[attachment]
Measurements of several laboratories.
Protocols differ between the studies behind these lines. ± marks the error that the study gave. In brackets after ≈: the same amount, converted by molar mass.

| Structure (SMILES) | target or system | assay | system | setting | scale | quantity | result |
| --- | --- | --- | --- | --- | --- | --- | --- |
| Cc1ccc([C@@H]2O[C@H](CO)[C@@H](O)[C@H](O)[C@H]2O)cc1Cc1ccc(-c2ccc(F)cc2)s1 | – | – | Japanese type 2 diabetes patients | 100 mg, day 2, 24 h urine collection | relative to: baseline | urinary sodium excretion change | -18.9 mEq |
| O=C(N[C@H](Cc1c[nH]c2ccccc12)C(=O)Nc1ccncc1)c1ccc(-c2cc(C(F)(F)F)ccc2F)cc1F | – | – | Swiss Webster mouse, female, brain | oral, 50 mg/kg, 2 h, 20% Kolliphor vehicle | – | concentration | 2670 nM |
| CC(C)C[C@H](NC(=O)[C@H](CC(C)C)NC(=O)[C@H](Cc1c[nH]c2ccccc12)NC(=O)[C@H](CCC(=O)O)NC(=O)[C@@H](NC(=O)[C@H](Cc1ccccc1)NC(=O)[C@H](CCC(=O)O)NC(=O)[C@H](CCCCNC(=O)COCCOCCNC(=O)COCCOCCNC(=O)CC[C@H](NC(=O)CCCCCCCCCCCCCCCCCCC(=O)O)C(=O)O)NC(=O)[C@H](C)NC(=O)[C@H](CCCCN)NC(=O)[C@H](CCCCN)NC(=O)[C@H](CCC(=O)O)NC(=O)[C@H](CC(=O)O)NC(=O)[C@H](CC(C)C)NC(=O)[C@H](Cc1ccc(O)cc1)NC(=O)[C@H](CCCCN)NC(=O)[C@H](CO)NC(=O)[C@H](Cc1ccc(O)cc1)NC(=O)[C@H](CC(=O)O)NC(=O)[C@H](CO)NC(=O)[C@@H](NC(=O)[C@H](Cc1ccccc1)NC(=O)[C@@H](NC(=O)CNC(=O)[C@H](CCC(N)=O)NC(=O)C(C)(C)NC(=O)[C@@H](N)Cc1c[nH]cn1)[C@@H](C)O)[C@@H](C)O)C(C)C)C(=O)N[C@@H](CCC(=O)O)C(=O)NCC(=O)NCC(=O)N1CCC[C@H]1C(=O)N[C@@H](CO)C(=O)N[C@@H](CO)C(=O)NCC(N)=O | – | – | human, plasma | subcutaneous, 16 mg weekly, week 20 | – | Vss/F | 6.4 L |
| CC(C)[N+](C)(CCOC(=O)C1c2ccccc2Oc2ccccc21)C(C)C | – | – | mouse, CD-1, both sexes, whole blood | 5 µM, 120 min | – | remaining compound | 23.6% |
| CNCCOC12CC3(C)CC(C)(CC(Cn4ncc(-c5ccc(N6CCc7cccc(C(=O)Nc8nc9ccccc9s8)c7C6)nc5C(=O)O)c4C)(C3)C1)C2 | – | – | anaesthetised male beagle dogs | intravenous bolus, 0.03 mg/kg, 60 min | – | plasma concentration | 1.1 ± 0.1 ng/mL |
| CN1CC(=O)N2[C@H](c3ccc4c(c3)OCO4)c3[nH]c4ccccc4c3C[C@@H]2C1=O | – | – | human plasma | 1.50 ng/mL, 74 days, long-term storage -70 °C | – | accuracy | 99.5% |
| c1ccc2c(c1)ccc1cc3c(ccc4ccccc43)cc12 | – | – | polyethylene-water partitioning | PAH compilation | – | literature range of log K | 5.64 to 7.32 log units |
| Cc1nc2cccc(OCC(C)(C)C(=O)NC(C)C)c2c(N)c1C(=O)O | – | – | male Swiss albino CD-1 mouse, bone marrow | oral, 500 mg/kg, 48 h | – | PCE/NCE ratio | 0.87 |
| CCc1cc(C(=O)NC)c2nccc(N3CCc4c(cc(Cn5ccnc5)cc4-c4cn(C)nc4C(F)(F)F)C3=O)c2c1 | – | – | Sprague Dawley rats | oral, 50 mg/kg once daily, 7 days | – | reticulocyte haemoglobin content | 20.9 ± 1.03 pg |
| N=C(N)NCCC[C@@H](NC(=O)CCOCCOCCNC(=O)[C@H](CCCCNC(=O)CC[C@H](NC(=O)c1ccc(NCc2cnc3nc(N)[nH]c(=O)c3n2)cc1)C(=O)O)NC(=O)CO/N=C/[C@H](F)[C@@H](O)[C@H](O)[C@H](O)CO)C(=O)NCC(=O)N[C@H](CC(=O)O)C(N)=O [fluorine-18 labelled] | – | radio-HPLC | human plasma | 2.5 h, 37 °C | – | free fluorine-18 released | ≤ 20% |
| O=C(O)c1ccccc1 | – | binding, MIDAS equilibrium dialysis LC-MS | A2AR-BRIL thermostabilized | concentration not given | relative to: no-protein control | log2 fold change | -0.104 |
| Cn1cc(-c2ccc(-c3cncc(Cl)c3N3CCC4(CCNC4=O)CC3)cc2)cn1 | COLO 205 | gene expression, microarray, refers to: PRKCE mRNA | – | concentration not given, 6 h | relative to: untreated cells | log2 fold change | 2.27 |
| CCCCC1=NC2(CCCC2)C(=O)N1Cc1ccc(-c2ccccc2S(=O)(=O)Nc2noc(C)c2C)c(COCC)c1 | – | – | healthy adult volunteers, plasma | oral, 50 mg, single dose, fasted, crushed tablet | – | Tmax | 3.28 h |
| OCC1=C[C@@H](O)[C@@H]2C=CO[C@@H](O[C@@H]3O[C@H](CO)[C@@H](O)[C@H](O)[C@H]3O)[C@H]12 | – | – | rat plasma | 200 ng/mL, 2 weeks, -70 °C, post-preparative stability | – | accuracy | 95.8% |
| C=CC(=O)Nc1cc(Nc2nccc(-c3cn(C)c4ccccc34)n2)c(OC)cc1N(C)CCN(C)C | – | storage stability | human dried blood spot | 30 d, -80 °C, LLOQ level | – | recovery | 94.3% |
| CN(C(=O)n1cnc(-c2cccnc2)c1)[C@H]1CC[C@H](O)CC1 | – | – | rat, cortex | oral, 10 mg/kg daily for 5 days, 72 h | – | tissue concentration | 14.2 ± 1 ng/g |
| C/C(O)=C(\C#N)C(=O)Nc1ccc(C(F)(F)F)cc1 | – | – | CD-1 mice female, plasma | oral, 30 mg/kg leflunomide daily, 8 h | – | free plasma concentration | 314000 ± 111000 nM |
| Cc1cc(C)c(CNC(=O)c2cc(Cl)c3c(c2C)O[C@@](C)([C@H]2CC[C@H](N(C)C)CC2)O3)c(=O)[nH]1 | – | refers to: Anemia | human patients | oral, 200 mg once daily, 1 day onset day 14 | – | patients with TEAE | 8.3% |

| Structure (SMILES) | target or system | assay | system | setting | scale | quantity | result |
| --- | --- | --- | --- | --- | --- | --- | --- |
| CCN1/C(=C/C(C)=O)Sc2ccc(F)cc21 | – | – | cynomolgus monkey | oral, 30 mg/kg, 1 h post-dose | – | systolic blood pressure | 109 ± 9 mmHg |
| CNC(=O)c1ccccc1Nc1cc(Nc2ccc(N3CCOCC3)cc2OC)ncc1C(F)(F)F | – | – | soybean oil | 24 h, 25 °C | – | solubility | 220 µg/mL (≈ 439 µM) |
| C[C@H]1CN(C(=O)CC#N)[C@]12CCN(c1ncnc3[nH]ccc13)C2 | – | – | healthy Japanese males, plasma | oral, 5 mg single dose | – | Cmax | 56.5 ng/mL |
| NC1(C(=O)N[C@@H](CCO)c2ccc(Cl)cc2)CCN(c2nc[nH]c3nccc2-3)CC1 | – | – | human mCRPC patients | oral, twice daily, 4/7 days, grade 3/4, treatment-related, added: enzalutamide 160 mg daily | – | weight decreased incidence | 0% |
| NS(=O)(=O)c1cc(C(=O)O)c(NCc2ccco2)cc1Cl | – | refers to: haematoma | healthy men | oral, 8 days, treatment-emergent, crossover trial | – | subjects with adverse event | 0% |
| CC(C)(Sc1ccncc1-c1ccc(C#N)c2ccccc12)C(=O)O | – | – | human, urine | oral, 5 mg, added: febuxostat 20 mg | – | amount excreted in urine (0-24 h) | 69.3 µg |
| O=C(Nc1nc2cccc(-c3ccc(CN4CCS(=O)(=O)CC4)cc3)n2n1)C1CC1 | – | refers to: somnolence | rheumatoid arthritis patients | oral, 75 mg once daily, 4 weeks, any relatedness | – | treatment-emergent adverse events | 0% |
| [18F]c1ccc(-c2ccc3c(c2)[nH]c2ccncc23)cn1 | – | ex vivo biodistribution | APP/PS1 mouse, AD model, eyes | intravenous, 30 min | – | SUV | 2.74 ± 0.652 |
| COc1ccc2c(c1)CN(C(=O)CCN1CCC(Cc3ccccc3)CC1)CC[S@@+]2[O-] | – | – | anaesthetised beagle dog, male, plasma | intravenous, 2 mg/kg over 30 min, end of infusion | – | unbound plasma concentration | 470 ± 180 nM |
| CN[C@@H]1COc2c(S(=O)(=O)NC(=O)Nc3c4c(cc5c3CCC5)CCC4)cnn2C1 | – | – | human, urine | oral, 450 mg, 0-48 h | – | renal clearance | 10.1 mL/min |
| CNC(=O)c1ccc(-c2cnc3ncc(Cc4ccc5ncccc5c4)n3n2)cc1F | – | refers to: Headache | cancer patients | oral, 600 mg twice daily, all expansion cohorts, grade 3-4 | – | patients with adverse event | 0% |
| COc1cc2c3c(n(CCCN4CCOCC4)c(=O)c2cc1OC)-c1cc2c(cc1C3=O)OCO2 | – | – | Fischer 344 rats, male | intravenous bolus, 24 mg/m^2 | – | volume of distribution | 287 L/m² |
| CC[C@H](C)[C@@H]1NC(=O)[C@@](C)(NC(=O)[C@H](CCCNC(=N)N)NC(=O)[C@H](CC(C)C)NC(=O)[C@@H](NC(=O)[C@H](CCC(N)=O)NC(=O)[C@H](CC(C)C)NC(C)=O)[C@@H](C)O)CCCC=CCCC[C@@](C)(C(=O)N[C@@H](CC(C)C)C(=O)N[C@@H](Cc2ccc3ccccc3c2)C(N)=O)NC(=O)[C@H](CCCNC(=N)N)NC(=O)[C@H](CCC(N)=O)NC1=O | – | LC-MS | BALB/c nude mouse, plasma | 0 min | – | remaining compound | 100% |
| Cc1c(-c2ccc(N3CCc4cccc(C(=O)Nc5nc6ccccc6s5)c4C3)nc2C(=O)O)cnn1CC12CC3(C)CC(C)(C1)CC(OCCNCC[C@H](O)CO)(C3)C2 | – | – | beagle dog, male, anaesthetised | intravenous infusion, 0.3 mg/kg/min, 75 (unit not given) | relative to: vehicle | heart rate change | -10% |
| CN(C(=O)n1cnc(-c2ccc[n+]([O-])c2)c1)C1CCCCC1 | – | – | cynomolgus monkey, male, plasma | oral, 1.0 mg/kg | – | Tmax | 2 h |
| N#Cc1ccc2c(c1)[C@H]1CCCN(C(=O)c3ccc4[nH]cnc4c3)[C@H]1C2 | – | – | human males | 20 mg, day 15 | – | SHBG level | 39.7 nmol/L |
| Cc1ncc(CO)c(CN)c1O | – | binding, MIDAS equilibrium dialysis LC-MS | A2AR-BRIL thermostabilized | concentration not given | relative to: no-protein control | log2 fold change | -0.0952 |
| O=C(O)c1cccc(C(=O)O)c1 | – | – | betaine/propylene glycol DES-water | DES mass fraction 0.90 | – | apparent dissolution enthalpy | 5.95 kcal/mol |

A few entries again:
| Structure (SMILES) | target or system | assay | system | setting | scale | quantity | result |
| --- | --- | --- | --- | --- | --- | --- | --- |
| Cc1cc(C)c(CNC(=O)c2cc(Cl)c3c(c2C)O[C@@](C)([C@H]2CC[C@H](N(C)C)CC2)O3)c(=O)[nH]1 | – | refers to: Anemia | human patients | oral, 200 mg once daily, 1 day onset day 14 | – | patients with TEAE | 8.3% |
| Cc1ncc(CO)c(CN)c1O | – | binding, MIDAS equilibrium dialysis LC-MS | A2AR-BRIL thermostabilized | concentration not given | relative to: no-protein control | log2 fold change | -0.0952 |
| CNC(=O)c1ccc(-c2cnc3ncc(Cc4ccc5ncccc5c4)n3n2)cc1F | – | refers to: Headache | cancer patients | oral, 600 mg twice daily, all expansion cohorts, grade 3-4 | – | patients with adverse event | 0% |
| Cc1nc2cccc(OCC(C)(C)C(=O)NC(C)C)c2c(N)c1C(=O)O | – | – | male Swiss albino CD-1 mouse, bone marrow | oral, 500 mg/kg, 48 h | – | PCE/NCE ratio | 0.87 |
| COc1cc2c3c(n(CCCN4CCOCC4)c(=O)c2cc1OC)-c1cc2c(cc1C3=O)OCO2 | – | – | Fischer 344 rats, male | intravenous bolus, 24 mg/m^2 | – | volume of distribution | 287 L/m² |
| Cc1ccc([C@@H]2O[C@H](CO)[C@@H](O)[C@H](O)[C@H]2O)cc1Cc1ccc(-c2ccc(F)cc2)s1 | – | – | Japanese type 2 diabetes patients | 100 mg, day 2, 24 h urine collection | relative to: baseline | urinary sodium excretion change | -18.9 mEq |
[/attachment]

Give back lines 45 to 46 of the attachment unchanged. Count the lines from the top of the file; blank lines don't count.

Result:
| --- | --- | --- | --- | --- | --- | --- | --- |
| Cc1cc(C)c(CNC(=O)c2cc(Cl)c3c(c2C)O[C@@](C)([C@H]2CC[C@H](N(C)C)CC2)O3)c(=O)[nH]1 | – | refers to: Anemia | human patients | oral, 200 mg once daily, 1 day onset day 14 | – | patients with TEAE | 8.3% |